A report by Mintel on young people’s spending habits on cosmetics has revealed that friends and family are more important than most forms of marketing in spreading beauty trends.
Released in August 2013, ‘Teen and Tween Beauty and Personal Care Consumer’ shows that three quarters of teenagers who reported purchasing cosmetics learned about them from friends.
Other significant sources of information for teen/tweenagers were parents, TV, magazines and siblings, with new media sources such as YouTube, celebrities and blogs falling much further down the list.
Another interesting titbit from the study was that teenagers with phones were more likely to use virtually all beauty products.
Shannon Romanowski, beauty and personal care analyst for Mintel, commented: “Teens and tweens are an ethnically diverse and highly connected group of consumers.”
“They are influenced by a variety of factors in the beauty and personal care market including peers, parents, hormonal changes and access to technology.”
The survey, which covered 1,395 children from 9-17, seems to put the lie on the assumption that new media is the only way to reach the jaded teens of the 21st century.
On the other hand, with 76 percent of those surveyed owning a phone, and with numbers increasing significantly based on age and gender - girls were more likely to own one than boys- mobile platforms are certainly something that advertisers cannot afford to ignore, as well.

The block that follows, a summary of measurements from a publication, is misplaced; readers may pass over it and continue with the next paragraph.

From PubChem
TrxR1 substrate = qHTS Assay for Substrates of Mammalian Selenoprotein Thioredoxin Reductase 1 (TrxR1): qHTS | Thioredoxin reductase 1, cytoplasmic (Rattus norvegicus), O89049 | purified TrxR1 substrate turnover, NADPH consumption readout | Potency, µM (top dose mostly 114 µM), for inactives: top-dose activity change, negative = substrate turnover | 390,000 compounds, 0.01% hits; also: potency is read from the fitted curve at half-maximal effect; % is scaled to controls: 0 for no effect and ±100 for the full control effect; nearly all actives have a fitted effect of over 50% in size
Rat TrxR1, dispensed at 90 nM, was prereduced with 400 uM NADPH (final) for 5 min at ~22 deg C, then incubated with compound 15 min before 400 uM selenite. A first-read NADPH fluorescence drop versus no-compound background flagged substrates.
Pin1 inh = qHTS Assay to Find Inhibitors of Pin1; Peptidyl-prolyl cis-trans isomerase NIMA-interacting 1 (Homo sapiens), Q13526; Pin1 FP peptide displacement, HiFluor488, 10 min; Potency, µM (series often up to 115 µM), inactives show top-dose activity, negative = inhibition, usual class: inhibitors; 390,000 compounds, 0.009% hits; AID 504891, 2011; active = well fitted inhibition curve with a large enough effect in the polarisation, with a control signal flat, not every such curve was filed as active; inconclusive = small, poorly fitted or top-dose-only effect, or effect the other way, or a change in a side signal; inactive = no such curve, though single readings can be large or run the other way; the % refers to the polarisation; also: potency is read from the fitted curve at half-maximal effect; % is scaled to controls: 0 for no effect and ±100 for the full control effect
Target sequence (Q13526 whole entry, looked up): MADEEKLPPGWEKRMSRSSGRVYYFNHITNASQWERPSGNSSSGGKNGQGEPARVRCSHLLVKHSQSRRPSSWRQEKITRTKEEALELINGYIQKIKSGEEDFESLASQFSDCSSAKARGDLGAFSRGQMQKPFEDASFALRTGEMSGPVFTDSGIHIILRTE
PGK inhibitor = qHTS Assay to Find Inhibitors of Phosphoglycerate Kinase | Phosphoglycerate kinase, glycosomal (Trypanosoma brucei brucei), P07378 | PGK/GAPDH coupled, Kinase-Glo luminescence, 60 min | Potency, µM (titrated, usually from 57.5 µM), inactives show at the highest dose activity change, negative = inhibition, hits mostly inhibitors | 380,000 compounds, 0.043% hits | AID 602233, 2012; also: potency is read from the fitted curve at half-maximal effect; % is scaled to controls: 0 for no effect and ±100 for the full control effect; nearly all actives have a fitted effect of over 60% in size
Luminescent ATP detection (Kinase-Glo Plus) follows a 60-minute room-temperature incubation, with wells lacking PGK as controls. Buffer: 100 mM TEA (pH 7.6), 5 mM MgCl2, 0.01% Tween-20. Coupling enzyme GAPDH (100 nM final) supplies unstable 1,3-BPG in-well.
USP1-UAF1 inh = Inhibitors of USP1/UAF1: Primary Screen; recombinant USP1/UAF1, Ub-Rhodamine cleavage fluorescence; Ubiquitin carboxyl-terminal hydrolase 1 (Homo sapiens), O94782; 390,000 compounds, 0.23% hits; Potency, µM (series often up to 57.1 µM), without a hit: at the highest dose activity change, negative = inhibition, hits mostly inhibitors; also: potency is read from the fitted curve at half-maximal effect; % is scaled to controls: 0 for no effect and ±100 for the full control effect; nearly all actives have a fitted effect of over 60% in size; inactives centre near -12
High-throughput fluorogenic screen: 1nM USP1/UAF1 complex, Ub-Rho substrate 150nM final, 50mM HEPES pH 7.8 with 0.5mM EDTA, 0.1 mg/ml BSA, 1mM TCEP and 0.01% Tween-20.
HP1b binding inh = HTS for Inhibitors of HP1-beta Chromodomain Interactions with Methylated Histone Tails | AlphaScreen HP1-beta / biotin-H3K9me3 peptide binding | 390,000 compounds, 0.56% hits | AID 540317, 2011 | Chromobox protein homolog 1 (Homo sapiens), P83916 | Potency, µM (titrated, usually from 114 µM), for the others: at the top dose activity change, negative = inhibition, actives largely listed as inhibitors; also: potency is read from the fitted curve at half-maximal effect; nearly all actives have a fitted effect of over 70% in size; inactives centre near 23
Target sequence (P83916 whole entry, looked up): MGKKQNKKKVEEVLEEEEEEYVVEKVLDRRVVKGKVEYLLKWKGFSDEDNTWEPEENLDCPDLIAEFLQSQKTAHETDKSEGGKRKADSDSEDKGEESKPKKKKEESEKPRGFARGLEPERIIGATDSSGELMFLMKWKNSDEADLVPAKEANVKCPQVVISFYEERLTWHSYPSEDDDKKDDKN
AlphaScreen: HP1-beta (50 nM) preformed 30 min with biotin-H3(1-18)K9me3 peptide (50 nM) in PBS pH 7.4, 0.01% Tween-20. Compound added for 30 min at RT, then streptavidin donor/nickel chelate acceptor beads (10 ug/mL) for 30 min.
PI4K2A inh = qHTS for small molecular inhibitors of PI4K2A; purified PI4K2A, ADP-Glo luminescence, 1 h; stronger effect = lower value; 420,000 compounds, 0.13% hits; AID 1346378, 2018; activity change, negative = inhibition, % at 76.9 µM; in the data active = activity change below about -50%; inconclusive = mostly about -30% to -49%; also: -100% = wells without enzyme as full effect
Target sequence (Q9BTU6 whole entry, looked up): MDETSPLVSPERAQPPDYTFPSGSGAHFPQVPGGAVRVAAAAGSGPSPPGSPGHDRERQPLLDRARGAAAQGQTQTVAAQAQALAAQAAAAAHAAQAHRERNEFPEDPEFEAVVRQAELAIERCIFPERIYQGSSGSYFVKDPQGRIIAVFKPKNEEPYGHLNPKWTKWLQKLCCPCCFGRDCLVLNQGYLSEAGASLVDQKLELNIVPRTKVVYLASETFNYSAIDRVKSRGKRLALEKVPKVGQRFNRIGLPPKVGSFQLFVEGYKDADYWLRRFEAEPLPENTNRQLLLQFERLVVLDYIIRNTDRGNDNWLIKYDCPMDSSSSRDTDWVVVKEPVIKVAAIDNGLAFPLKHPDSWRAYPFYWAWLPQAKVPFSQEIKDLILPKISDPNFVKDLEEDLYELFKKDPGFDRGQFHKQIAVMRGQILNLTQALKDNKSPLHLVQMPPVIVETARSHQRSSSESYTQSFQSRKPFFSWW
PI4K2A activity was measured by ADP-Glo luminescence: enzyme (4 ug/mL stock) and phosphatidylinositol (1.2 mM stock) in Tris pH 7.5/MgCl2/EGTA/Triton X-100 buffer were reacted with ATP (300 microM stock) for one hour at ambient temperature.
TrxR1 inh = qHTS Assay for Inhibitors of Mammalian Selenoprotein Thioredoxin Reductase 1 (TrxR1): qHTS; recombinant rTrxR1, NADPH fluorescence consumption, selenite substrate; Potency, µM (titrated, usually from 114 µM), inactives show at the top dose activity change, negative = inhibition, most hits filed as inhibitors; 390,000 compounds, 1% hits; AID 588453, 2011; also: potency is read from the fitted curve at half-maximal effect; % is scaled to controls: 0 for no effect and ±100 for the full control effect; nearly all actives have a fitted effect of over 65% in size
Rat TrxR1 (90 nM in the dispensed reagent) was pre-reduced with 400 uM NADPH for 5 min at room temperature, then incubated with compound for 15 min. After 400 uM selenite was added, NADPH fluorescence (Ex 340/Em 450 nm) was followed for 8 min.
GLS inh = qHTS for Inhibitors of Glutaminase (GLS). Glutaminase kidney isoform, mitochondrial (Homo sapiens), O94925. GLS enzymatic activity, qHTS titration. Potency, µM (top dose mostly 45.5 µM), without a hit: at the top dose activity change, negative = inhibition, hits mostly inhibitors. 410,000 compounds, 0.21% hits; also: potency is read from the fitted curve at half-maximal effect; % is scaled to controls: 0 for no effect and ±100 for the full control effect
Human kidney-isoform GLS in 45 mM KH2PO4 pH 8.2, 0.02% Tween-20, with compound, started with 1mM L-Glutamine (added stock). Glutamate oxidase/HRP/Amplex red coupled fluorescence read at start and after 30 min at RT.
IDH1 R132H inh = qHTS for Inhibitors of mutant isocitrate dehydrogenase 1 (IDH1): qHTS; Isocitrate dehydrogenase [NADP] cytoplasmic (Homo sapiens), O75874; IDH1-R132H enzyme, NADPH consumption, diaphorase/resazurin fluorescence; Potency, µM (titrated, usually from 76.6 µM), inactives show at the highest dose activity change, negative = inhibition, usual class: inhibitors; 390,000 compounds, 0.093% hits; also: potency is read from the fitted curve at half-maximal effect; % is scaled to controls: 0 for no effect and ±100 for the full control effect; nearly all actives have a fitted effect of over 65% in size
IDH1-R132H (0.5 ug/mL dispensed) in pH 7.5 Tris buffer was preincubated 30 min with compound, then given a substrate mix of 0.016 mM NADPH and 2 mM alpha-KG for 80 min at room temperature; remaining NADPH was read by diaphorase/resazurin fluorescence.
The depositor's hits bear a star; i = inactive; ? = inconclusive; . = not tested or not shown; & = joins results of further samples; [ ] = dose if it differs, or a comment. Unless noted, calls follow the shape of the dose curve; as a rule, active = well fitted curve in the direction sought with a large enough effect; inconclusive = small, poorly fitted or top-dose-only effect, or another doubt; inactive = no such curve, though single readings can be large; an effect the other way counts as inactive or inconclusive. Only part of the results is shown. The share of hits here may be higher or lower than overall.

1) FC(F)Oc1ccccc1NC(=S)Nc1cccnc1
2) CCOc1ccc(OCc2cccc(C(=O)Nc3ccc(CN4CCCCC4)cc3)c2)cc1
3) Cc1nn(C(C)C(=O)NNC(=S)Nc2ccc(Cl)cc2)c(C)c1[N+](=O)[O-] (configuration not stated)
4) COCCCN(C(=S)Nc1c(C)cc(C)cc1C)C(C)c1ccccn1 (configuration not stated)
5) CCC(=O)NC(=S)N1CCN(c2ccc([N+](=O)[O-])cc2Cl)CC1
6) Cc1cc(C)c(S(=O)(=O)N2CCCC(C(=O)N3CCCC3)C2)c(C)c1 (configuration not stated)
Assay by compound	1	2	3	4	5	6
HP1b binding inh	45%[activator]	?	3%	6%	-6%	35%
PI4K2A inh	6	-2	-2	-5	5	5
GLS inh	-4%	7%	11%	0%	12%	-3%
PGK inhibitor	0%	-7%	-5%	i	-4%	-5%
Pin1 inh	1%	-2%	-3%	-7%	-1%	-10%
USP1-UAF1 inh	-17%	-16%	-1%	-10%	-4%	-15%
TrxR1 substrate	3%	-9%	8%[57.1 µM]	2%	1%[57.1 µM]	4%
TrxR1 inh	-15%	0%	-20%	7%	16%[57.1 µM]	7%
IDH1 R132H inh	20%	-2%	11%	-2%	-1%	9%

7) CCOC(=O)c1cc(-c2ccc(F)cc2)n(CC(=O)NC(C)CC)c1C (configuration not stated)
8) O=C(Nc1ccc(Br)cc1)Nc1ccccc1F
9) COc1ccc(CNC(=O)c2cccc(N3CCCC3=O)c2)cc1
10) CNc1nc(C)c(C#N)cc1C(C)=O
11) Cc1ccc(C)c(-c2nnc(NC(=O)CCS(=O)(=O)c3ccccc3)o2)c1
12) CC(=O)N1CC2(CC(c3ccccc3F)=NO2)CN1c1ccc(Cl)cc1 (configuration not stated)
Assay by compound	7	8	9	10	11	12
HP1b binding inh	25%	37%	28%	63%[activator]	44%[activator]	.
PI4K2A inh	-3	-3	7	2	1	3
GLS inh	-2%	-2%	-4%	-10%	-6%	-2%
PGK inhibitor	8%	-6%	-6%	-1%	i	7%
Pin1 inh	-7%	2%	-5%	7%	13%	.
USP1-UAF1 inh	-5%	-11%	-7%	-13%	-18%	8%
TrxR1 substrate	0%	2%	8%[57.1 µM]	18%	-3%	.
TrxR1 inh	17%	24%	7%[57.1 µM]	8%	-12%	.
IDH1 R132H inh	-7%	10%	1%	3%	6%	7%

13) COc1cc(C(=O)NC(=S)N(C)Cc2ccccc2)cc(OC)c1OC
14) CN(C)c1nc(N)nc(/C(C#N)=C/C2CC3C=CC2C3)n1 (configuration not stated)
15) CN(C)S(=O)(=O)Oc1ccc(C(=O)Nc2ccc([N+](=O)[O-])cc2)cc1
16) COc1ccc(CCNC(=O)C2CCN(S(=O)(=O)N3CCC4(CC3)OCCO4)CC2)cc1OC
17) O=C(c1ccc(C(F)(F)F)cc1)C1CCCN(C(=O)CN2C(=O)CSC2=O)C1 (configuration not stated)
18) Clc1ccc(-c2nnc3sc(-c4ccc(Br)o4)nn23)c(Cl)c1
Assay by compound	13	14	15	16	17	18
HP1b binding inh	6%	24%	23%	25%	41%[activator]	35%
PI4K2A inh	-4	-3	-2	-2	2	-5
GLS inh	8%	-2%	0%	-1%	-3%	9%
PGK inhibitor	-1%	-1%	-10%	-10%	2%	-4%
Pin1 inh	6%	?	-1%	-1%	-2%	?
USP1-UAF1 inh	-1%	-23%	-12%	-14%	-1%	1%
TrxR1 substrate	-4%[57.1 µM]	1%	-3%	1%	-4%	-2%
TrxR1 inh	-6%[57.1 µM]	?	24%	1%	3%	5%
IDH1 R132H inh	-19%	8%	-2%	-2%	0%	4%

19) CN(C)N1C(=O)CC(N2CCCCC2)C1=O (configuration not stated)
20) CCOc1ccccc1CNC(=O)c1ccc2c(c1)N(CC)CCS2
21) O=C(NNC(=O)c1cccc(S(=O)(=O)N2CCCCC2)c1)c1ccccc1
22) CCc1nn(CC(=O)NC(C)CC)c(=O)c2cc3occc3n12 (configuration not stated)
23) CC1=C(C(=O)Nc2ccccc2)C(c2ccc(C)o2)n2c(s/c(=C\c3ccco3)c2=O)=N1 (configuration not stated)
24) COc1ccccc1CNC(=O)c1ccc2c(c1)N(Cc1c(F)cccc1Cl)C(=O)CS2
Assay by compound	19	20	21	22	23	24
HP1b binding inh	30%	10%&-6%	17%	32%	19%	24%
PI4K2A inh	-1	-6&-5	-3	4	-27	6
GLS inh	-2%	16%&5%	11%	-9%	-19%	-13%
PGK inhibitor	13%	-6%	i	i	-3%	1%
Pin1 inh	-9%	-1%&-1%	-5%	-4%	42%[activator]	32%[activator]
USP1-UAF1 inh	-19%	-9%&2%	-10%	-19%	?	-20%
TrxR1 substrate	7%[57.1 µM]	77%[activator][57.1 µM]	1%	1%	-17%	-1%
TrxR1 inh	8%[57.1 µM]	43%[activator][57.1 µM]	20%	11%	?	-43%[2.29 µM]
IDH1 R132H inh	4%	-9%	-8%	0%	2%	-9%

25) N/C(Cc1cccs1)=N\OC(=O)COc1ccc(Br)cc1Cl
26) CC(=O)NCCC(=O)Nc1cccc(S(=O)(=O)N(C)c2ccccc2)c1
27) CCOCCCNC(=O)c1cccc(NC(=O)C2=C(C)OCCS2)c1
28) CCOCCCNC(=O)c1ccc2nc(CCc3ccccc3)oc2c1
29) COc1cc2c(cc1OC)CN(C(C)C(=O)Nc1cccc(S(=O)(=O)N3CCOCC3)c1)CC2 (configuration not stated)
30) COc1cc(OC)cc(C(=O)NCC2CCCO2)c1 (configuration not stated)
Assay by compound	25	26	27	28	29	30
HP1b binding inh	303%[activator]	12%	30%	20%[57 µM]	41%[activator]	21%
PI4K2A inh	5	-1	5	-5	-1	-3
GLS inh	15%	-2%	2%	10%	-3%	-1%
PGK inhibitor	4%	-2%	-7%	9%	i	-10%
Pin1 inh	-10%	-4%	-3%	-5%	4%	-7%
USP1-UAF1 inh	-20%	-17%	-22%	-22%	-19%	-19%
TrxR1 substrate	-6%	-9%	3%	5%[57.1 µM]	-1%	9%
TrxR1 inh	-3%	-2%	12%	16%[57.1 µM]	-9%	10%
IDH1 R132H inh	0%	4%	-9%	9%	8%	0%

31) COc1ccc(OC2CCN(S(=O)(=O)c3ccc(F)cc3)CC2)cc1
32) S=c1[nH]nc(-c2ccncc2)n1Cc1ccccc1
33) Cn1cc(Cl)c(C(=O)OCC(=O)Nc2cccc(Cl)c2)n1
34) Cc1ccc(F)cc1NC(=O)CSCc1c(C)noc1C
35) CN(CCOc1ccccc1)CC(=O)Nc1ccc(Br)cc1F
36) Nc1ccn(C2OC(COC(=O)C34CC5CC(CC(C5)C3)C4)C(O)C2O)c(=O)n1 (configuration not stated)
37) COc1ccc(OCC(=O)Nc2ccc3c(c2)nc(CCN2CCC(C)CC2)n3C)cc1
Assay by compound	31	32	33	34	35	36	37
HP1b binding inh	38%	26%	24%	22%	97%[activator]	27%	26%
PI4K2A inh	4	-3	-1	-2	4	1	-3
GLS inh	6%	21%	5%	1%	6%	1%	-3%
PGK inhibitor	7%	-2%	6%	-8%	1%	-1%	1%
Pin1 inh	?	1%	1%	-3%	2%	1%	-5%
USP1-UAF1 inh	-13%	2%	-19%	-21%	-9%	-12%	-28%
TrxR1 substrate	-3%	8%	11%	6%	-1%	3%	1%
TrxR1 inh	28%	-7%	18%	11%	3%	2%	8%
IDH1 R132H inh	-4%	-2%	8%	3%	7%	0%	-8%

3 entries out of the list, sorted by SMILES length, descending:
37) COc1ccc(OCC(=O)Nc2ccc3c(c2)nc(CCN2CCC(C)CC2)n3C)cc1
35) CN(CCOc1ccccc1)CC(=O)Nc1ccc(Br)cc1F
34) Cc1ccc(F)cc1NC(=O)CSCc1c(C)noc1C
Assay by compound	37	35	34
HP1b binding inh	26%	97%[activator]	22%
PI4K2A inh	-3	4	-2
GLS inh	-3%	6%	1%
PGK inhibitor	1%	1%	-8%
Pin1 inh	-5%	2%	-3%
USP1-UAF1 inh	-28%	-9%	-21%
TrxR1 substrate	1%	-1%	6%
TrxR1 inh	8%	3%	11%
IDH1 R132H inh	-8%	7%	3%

Mintel report that mobile owners were significantly more likely to use beauty and personal care products than their less well-connected counterparts, and that cell phones were well-entrenched in the social lives of teens and tweens.
They commented: “brands that hope to reach these young shoppers will need to incorporate mobile marketing as part of their overall strategy.”
The most common motive for teens and tweens to purchase cosmetics was to build confidence, with 46 percent of respondents using beauty products for this reason.
Other common reasons were practical ones, including preventing acne and covering noticeable body odours.
Facial cleansers and body spray were the most common products for boys, with around half reporting using them. Mintel concluded that male customers in this demographic were motivated more by functionality.